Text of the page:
Serval biomarkers of immune changes, epigenetics, and genomics alterations in DNA repair systems have been reported to be correlated with platinum-sensitivity of HGSOC. BRCA1/2 mutations were the most common alterations, which accounted for nearly 22.6% of HGSOCs, while somatic BRCA1/2 mutations were found in 6% to 7% HGSOCs (9, 10). Additionally, defective HR system is an essential target in EOC, which predicts the therapeutic efficacy of platinum analogues and PARP inhibitors in this disease (11). HRD and absence of CCNE1 amplification are associated with improved survival of ovarian cancer patients treated with platinum (12). Intriguingly, HRD, based on three independent measures of genomic instability, including telomeric allelic imbalance (TAI), large-scale state transition (LST) and loss of heterozygosity (LOH), provides a better evaluation of HR function loss in predicting the response to DNA-damaging agents in ovarian cancer (13, 14). Though the majority patients with BRCA1/2 and/or HRD are platinum-sensitive, the overlap is still limited (15). Other genetic features, including gene expression, gene variants, single nucleotide polymorphism and copy number changes, have been studied in the value of predicting of platinum sensitivity in ovarian cancer (1618). Based on the large TCGA dataset (The Cancer Genome Atlas), Yin et al. devised a 131-gene signature associated with platinum resistance, but was still not applicable to clinical use (19). By utilizing the TCGA data, a classifier based the expression of 23 DNA repair genes was found, which was better than the standard clinical feature in predicting the response of platinum therapy (0.65 vs. 0.52) (20). Furthermore, a large systematic review of 42 studies, which explore molecular signatures for predicting platinum-resistance in ovarian cancer, showed that the genetic signatures were inconsistent among these studies and none of them are currently applicable to clinical use (21). Despite several prediction models of platinum resistance reported, the results are mainly preliminary and there are still no relatively accurate clinical tools to predict the response to platinum in HGSOC therapy.

In our study, we developed a multi-genetic signatures-based analysis using the whole genome and exome sequencing. Both WES and WGS data on 57 primary tissues from HGSOC patients were used to perform a comprehensive analysis of multiple DNA damages associated factors, including HRD, MHID, TMB, mutational signatures, and number of neoantigens for their correlation with the platinum sensitivity in HGSOC patients. The performance of the signature was validated in an independent cohort of 42 HGSOC patients.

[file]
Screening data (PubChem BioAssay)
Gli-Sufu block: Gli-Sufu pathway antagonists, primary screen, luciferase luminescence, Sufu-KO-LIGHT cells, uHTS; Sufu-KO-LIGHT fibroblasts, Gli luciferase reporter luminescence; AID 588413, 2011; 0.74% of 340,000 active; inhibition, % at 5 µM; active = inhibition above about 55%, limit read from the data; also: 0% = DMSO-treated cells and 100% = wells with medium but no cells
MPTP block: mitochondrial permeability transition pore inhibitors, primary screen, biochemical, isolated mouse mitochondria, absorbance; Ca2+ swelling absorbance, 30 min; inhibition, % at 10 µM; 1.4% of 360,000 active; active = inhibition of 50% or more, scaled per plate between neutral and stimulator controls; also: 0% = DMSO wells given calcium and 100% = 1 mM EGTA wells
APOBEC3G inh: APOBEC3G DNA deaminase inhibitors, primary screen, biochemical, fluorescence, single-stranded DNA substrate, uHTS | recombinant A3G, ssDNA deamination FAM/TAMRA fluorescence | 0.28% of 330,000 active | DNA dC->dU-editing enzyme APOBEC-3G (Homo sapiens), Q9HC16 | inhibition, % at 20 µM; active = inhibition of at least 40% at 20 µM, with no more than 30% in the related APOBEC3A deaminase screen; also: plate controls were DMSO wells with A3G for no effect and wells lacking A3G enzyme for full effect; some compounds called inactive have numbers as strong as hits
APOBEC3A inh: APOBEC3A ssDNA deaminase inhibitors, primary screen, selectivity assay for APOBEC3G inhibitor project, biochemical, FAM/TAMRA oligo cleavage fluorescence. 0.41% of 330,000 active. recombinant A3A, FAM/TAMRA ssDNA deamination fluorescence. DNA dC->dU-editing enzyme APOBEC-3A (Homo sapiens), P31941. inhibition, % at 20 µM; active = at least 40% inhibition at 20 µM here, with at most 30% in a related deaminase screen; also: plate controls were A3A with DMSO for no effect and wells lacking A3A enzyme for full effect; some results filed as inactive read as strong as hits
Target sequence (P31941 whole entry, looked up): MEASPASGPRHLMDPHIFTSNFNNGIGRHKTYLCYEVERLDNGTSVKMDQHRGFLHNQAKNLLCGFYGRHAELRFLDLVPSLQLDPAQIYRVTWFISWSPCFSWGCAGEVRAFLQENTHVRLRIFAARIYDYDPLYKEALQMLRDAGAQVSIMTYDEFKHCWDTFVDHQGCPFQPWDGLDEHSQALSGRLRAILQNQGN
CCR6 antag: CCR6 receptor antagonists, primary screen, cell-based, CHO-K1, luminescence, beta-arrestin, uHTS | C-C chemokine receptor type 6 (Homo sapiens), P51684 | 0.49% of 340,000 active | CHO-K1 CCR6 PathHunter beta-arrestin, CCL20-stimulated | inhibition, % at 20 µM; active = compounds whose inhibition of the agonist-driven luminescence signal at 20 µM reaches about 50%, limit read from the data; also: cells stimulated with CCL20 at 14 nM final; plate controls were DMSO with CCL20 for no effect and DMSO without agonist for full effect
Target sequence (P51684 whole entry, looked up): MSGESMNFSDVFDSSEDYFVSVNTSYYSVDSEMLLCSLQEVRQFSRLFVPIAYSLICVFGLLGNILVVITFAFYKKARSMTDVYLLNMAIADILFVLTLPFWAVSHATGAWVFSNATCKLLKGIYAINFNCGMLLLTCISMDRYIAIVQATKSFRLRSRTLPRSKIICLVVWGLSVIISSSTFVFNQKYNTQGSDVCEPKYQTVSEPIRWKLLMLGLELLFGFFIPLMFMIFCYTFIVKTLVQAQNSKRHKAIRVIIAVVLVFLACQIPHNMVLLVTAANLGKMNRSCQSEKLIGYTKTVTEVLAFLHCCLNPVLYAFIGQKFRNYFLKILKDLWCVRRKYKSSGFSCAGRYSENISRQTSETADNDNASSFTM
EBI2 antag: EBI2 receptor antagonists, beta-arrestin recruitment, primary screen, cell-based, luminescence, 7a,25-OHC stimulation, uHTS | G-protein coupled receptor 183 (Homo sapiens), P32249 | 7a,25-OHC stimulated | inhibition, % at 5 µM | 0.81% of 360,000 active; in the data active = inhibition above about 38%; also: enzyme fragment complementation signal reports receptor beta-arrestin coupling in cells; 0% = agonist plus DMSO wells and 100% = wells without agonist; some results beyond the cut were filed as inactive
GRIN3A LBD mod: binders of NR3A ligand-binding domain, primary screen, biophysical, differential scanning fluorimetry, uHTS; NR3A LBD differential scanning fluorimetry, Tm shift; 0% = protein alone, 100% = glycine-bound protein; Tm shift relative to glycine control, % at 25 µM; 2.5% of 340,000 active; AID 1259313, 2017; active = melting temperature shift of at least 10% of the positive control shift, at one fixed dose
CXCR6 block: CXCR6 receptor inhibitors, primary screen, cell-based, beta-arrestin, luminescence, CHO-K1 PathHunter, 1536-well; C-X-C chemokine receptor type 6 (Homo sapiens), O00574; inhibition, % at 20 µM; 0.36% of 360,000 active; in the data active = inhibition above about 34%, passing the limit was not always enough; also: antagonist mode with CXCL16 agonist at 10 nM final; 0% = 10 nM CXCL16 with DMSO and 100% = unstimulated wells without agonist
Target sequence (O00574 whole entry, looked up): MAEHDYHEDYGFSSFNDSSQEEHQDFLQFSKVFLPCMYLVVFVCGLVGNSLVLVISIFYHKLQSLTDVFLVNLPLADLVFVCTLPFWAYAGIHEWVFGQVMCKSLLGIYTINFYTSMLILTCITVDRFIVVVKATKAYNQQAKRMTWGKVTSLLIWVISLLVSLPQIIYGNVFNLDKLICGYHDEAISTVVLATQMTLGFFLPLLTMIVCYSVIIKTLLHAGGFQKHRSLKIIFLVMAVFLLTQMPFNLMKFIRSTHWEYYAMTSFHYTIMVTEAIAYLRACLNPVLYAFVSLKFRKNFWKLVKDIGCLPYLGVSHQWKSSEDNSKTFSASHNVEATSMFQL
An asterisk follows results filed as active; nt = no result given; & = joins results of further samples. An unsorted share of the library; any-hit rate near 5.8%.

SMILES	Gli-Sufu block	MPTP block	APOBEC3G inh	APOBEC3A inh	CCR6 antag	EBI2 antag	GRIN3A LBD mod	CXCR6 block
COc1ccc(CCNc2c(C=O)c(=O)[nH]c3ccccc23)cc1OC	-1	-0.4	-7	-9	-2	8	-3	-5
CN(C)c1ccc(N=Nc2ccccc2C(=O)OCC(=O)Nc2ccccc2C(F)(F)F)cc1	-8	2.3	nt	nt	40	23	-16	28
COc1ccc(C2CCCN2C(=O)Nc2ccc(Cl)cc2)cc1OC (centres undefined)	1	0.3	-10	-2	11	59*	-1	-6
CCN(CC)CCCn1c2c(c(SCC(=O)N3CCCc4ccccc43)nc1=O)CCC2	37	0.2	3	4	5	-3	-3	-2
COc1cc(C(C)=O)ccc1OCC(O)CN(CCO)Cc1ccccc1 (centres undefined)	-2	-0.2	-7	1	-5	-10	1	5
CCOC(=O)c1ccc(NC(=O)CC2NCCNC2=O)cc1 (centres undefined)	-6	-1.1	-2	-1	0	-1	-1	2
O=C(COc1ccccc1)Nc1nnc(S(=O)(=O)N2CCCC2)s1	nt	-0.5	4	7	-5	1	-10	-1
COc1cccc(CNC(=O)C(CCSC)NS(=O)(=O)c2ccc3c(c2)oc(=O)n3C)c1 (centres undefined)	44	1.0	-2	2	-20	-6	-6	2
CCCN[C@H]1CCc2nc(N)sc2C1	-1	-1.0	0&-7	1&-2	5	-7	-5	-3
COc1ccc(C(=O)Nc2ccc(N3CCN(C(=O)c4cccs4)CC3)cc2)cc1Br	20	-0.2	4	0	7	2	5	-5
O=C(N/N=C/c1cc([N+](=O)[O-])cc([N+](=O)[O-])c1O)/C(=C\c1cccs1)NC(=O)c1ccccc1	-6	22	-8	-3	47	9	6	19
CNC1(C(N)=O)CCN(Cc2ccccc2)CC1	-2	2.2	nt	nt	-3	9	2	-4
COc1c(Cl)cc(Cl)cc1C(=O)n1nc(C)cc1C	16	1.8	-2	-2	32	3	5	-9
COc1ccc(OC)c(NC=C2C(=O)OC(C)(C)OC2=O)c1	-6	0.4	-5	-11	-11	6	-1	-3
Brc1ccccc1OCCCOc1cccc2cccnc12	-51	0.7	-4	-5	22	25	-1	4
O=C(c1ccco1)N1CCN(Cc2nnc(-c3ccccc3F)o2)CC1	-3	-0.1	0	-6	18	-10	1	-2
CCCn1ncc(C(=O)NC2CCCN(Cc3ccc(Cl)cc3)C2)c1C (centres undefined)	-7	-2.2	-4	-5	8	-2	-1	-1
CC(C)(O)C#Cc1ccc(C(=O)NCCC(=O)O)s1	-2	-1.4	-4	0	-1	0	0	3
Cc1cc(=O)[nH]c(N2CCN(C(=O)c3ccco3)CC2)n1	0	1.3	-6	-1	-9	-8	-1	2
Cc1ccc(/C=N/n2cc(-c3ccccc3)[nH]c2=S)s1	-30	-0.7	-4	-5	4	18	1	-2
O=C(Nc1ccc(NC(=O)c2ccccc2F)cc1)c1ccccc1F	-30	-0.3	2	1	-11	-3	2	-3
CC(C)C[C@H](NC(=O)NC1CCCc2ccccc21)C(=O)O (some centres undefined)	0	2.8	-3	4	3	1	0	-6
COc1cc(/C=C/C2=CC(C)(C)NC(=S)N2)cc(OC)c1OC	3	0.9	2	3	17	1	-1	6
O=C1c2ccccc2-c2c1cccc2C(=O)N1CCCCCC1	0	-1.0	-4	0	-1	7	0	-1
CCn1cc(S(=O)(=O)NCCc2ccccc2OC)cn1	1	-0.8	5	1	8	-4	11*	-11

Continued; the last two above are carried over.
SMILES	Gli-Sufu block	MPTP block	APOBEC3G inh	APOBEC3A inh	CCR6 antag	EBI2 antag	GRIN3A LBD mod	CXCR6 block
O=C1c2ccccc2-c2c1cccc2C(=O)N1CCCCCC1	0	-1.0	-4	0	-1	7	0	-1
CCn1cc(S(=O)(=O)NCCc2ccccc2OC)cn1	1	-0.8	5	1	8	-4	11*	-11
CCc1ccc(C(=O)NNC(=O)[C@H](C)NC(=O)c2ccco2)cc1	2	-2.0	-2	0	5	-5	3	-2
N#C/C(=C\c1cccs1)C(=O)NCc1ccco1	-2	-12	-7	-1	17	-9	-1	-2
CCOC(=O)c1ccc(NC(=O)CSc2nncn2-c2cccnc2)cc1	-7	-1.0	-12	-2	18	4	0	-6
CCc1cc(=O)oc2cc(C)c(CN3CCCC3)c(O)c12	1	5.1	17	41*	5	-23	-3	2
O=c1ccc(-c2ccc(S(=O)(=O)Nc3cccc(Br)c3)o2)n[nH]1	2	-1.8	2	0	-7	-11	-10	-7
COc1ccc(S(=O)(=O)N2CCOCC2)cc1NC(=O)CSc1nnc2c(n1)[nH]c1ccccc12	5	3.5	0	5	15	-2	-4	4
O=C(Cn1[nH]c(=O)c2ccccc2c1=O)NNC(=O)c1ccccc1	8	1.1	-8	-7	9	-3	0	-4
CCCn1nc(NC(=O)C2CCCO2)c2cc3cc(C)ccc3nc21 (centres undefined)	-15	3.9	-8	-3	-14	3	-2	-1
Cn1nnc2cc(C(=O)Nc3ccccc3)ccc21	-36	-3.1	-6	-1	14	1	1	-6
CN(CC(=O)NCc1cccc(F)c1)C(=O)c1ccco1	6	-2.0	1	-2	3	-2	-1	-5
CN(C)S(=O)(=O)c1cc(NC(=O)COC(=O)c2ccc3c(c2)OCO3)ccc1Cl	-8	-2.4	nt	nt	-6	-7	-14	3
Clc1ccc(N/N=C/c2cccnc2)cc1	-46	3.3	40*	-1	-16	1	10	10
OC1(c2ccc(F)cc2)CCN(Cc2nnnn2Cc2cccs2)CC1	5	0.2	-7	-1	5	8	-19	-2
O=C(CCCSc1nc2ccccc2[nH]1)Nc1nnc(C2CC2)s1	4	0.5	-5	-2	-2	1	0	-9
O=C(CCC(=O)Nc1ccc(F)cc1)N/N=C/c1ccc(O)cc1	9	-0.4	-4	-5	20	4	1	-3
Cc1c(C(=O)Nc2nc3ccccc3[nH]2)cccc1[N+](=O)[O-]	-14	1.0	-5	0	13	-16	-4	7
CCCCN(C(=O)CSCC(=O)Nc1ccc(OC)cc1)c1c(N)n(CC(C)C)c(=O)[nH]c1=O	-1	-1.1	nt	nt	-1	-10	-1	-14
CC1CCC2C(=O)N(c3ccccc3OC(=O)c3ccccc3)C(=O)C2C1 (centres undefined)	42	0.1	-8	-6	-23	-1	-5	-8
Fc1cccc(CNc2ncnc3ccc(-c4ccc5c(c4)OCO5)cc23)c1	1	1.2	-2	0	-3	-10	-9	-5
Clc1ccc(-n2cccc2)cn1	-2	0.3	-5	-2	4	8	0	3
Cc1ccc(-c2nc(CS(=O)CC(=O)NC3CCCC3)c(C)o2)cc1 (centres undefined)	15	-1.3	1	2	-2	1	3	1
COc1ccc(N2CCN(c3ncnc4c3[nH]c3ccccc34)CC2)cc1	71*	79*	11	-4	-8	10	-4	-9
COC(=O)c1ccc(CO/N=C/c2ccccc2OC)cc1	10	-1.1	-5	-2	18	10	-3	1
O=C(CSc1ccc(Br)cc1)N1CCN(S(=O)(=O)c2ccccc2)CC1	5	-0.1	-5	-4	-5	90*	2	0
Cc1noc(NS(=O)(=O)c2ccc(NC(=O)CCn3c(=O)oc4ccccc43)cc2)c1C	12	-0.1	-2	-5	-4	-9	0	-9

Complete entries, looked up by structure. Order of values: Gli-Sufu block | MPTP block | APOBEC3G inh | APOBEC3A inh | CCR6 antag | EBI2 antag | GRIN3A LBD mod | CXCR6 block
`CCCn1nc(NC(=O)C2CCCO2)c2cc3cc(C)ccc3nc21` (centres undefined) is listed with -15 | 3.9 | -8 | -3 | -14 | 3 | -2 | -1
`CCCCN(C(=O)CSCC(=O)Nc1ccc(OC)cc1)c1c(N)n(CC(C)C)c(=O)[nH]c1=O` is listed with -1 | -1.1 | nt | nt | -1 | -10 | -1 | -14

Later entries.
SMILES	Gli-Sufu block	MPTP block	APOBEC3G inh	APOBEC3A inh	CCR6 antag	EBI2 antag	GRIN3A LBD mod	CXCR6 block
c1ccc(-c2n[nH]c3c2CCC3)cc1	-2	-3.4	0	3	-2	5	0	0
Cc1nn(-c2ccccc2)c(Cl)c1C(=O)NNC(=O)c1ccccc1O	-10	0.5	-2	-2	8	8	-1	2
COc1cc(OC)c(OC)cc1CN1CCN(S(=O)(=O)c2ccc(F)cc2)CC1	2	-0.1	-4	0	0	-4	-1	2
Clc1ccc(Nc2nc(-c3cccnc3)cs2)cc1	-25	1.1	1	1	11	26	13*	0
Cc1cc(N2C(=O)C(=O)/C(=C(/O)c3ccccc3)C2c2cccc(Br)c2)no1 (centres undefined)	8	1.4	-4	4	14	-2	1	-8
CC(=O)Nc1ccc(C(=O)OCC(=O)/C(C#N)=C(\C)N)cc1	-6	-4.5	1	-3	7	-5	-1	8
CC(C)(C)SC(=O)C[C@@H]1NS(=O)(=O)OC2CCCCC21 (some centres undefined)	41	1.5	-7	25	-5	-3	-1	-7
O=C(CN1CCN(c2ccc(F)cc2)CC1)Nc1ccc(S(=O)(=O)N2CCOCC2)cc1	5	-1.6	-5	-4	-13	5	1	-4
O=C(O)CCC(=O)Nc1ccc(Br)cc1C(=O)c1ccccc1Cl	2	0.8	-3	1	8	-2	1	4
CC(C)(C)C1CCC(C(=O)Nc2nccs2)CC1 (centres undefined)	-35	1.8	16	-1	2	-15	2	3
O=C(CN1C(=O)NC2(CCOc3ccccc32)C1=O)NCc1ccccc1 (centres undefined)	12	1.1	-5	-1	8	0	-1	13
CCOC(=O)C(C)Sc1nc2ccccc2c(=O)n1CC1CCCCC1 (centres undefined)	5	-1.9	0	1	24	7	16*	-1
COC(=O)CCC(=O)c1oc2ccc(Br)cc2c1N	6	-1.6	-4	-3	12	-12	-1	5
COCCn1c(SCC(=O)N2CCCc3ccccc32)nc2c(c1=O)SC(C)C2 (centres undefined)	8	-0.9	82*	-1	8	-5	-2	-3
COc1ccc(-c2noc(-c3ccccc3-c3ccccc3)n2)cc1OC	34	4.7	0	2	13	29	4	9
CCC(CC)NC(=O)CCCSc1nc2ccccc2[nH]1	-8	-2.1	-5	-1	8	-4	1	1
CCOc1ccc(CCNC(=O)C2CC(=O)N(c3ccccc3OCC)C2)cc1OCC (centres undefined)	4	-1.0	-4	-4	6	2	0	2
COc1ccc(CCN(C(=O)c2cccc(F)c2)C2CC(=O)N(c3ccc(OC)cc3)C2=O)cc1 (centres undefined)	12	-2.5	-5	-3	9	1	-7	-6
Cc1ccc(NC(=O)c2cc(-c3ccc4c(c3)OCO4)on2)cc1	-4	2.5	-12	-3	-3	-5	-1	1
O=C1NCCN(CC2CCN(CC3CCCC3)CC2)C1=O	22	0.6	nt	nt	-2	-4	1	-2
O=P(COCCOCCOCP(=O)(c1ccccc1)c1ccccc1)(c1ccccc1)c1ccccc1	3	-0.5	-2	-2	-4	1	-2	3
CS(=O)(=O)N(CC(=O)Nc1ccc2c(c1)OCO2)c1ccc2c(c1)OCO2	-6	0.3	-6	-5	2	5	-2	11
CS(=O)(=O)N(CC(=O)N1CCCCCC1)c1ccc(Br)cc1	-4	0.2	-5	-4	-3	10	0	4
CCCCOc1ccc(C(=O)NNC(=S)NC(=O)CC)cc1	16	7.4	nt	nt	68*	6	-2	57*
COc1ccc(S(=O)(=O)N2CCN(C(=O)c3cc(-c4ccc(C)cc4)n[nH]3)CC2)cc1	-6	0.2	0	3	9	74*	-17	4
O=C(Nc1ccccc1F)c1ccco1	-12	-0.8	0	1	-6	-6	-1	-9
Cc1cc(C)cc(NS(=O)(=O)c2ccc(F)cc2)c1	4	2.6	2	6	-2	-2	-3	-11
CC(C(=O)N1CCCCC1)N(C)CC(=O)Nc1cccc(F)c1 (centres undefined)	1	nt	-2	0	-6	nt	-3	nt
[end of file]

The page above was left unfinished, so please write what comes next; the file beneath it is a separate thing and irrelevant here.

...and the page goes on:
Materials and Methods

Study Population

Ninety-nine patients pathologically confirmed with HGSOC in Peking University Third Hospital were enrolled in this study, consisting of 57 and 42 samples for the discovery and validation cohort, respectively. All patients had finished surgery and the first-line platinum-based therapy form 2018 and 2019. The Ethical approval was obtained from Ethics Committee of Peking University Third Hospital and all patients had provided a written informed consent. Formalin-fixed, paraffine-embedded (FFPE) slides of each patient’s primary tumor tissue before chemotherapy were collected and underwent the following analysis. Patients were classified into platinum-sensitive and platinum-resistant subgroups according to the consensus statement of Gynecologic Cancer Intergroup (GCIG) (22).

DNA Extraction

DNA from the FFPE samples was extracted using DNeasy Blood & Tissue Kit (Qiagen, Inc.) according to the manufacturer’s instructions. The purified DNA was quantified using the Qubit 3.0 Fluorometer (Life Technologies, Inc.) and their quality was evaluated by a PCR assay on StepOnePlus System (Life Technologies, Inc.). The Accel-NGS 2S HYB DNA LIBRARY KIT (Swift Biosciences, 23096) and HotStart ReadyMix (KAPA, KK2612) were used for library preparation and amplification, respectively. The amplified libraries were purified by SPRI SELECT (Beckman, B23319).

Whole Genome Sequencing

Each sample’s library underwent paired-end sequencing on a NovaSeq 6000 platform (Illumina) with a 150 bp read length. Then mean depth of sequencing for each sample was 30×.